But what would the ideal answers have been to woo Tory voters of all ages and demographics?

We asked our Arts & Entertainment team to weigh in:

Book: Pick two; one heart-bleedingly patriotic and another to show that your patriotism doesn’t mean you’re racist. We’d go for a quintessential rags-to-riches tale like Nicholas Nickleby or David Copperfield: demonstrating social mobility without suggesting that the government should have a role in it. Then something culturally diverse which also avoids aping Jenna Maroney in 30 Rock claiming her favourite book was The Quran…so maybe something by Kazuo Ishiguro who is a unique mix of famous, edgy, British and foreign.

Film: Go for something which appeals to both film snobs who’ve watched the entire Battleship Potemkin and people who think that the Rambo series is a metaphor. To achieve this, pick genre films but rule out anything that will make you seem psychotic: horror, psychological thriller or gross out comedy (sadly eliminating The Exorcist, Silence of the Lambs or Bridesmaids), which leaves open options such as Toy Story, Little Miss Sunshine or, if you want to appeal to blokey blokes, Mad Max Fury Road or Black Panther.

TV: In The Times piece they all missed a trick. Game of Thrones’ ending was crap and anyone who doesn’t acknowledge that clearly either hasn’t watched it or hasn’t watched anything else. Stick to other classics: The Sopranos, Breaking Bad, The Wire, Mad Men, West Wing (if you want to appeal to moderates).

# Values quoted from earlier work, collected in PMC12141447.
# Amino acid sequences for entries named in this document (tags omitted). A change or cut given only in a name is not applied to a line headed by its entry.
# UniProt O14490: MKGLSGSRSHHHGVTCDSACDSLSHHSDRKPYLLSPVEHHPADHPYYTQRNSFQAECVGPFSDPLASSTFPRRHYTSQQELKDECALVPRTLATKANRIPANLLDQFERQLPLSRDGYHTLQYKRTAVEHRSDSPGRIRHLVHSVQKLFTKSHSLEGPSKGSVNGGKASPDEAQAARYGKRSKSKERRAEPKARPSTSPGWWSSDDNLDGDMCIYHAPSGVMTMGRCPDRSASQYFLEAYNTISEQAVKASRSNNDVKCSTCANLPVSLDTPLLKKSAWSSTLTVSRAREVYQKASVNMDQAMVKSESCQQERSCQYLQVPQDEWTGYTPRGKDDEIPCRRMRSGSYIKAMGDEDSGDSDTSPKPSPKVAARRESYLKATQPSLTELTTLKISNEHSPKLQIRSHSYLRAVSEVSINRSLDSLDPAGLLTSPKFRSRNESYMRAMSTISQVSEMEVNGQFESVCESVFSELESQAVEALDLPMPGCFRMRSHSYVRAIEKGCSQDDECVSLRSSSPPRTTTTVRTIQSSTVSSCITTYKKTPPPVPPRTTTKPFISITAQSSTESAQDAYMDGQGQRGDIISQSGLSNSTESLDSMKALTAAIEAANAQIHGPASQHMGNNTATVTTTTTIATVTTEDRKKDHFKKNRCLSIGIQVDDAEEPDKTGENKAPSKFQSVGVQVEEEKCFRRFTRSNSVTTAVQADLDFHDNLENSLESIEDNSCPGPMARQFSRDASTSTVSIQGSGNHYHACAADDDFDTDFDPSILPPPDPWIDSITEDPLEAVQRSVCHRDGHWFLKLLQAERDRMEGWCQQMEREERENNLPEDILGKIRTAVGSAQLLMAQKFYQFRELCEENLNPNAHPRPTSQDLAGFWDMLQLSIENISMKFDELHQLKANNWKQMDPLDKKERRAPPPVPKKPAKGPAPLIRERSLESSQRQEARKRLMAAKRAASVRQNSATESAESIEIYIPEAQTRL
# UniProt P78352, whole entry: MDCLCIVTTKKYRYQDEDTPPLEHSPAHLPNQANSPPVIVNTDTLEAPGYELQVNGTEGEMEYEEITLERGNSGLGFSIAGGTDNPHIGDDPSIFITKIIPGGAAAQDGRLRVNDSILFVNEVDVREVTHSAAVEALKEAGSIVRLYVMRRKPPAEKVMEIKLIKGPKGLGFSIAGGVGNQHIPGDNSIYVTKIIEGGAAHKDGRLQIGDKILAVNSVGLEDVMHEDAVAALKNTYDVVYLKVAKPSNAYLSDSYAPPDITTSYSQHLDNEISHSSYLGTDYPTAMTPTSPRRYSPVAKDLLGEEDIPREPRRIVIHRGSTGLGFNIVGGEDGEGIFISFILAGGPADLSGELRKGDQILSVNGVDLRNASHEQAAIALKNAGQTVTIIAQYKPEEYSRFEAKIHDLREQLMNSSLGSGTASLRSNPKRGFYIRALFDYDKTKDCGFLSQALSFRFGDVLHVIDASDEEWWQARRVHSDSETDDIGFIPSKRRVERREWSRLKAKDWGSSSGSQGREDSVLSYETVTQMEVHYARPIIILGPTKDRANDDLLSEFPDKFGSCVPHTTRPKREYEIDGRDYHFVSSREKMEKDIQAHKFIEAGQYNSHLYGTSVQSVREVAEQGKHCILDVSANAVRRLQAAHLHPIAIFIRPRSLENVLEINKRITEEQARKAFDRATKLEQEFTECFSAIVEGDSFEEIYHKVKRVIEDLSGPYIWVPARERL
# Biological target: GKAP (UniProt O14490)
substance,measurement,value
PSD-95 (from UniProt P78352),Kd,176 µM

Stage: Both Hamilton and Cursed Child are probably too liberal in origin for the Tory base, whereas something as heavy as Shakespeare would be alienating to any readership except the Times’. Jeremy Hunt picking ‘anything by Jez Butterworth or David Hare’ was solid in this respect, and if you wanted to pick a musical you could also throw-in Matilda or Come From Away without provoking outrage.

Music: Politicians slip up at this one either by trying to be too cool or not trying hard enough and coming across excruciatingly lame. Too cool: Lizzo, Dave and Billie Eilish. Too lame: Matt Hancock’s praise of Ed Sheeran and Jess Glynne came across as painfully basic. You might just get away with George Ezra, Dua Lipa or Lewis Capaldi if you’re going contemporary. If not, Classic FM or Scala Radio are both solid touchpoints even for those who find classical music alienating so Hunt did not badly there too.
 
And lastly on the theme that throws the politician against the cultural symbol, play this brilliant game and try to work out if you can tell which right wing paragon said what – Raab or  Amerocam Psycho's Patrick Bateman.

 
Sterling gets hospital pass from PR blunder
A cautionary tale from the world of sport this week. A PR agency working for England star Raheem Sterling sent out a press release announcing that their client had been chosen to captain the national team ahead of their UEFA National League semi-final against The Netherlands on Thursday evening. This, despite there being no confirmation from the Football Association or England manager Gareth Southgate.